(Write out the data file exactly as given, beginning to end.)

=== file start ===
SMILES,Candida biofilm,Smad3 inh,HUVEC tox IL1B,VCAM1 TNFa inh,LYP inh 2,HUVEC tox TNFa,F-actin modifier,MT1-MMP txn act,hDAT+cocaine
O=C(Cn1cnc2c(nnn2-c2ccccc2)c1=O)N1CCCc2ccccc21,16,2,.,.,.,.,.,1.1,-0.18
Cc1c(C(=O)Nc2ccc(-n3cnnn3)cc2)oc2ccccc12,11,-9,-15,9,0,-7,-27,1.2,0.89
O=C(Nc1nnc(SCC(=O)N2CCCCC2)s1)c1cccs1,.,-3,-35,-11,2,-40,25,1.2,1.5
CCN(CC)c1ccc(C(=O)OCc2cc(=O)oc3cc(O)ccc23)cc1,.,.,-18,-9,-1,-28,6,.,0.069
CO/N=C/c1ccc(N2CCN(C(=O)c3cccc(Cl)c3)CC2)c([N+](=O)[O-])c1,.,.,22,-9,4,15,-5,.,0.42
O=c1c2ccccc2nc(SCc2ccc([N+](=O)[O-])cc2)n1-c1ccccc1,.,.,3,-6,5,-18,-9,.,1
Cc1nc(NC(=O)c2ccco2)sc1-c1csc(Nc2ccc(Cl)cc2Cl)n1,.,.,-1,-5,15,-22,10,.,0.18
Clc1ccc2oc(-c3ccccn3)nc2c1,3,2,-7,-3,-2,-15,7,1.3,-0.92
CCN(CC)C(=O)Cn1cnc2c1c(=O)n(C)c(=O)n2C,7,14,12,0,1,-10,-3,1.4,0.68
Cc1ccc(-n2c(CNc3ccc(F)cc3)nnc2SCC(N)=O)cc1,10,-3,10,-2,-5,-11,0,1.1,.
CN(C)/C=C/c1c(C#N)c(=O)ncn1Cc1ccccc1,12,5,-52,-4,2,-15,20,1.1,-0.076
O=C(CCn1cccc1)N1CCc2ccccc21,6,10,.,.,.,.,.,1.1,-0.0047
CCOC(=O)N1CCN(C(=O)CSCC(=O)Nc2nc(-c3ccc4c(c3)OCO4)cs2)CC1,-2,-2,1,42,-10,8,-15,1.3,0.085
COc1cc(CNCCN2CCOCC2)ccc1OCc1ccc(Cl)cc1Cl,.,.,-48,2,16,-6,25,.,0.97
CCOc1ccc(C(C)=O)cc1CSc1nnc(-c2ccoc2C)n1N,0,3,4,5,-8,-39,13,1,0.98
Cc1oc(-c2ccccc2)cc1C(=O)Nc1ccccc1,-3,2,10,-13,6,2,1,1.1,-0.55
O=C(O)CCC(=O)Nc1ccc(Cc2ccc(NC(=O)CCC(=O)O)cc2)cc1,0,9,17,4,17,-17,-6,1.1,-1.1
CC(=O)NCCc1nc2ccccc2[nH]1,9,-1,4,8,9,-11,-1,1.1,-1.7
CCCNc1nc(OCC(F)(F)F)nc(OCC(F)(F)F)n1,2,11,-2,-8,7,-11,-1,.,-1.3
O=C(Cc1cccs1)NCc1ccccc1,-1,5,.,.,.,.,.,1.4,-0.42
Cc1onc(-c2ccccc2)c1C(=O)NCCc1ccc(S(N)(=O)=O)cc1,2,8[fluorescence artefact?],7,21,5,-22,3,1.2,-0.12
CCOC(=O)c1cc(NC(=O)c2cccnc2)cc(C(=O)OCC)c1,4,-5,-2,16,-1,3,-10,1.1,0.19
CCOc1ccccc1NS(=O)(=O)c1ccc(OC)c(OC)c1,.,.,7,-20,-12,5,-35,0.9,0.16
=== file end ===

SMILES,Candida biofilm,Smad3 inh,HUVEC tox IL1B,VCAM1 TNFa inh,LYP inh 2,HUVEC tox TNFa,F-actin modifier,MT1-MMP txn act,hDAT+cocaine
O=C(Cn1cnc2c(nnn2-c2ccccc2)c1=O)N1CCCc2ccccc21,16,2,.,.,.,.,.,1.1,-0.18
Cc1c(C(=O)Nc2ccc(-n3cnnn3)cc2)oc2ccccc12,11,-9,-15,9,0,-7,-27,1.2,0.89
O=C(Nc1nnc(SCC(=O)N2CCCCC2)s1)c1cccs1,.,-3,-35,-11,2,-40,25,1.2,1.5
CCN(CC)c1ccc(C(=O)OCc2cc(=O)oc3cc(O)ccc23)cc1,.,.,-18,-9,-1,-28,6,.,0.069
CO/N=C/c1ccc(N2CCN(C(=O)c3cccc(Cl)c3)CC2)c([N+](=O)[O-])c1,.,.,22,-9,4,15,-5,.,0.42
O=c1c2ccccc2nc(SCc2ccc([N+](=O)[O-])cc2)n1-c1ccccc1,.,.,3,-6,5,-18,-9,.,1
Cc1nc(NC(=O)c2ccco2)sc1-c1csc(Nc2ccc(Cl)cc2Cl)n1,.,.,-1,-5,15,-22,10,.,0.18
Clc1ccc2oc(-c3ccccn3)nc2c1,3,2,-7,-3,-2,-15,7,1.3,-0.92
CCN(CC)C(=O)Cn1cnc2c1c(=O)n(C)c(=O)n2C,7,14,12,0,1,-10,-3,1.4,0.68
Cc1ccc(-n2c(CNc3ccc(F)cc3)nnc2SCC(N)=O)cc1,10,-3,10,-2,-5,-11,0,1.1,.
CN(C)/C=C/c1c(C#N)c(=O)ncn1Cc1ccccc1,12,5,-52,-4,2,-15,20,1.1,-0.076
O=C(CCn1cccc1)N1CCc2ccccc21,6,10,.,.,.,.,.,1.1,-0.0047
CCOC(=O)N1CCN(C(=O)CSCC(=O)Nc2nc(-c3ccc4c(c3)OCO4)cs2)CC1,-2,-2,1,42,-10,8,-15,1.3,0.085
COc1cc(CNCCN2CCOCC2)ccc1OCc1ccc(Cl)cc1Cl,.,.,-48,2,16,-6,25,.,0.97
CCOc1ccc(C(C)=O)cc1CSc1nnc(-c2ccoc2C)n1N,0,3,4,5,-8,-39,13,1,0.98
Cc1oc(-c2ccccc2)cc1C(=O)Nc1ccccc1,-3,2,10,-13,6,2,1,1.1,-0.55
O=C(O)CCC(=O)Nc1ccc(Cc2ccc(NC(=O)CCC(=O)O)cc2)cc1,0,9,17,4,17,-17,-6,1.1,-1.1
CC(=O)NCCc1nc2ccccc2[nH]1,9,-1,4,8,9,-11,-1,1.1,-1.7
CCCNc1nc(OCC(F)(F)F)nc(OCC(F)(F)F)n1,2,11,-2,-8,7,-11,-1,.,-1.3
O=C(Cc1cccs1)NCc1ccccc1,-1,5,.,.,.,.,.,1.4,-0.42
Cc1onc(-c2ccccc2)c1C(=O)NCCc1ccc(S(N)(=O)=O)cc1,2,8[fluorescence artefact?],7,21,5,-22,3,1.2,-0.12
CCOC(=O)c1cc(NC(=O)c2cccnc2)cc(C(=O)OCC)c1,4,-5,-2,16,-1,3,-10,1.1,0.19
CCOc1ccccc1NS(=O)(=O)c1ccc(OC)c(OC)c1,.,.,7,-20,-12,5,-35,0.9,0.16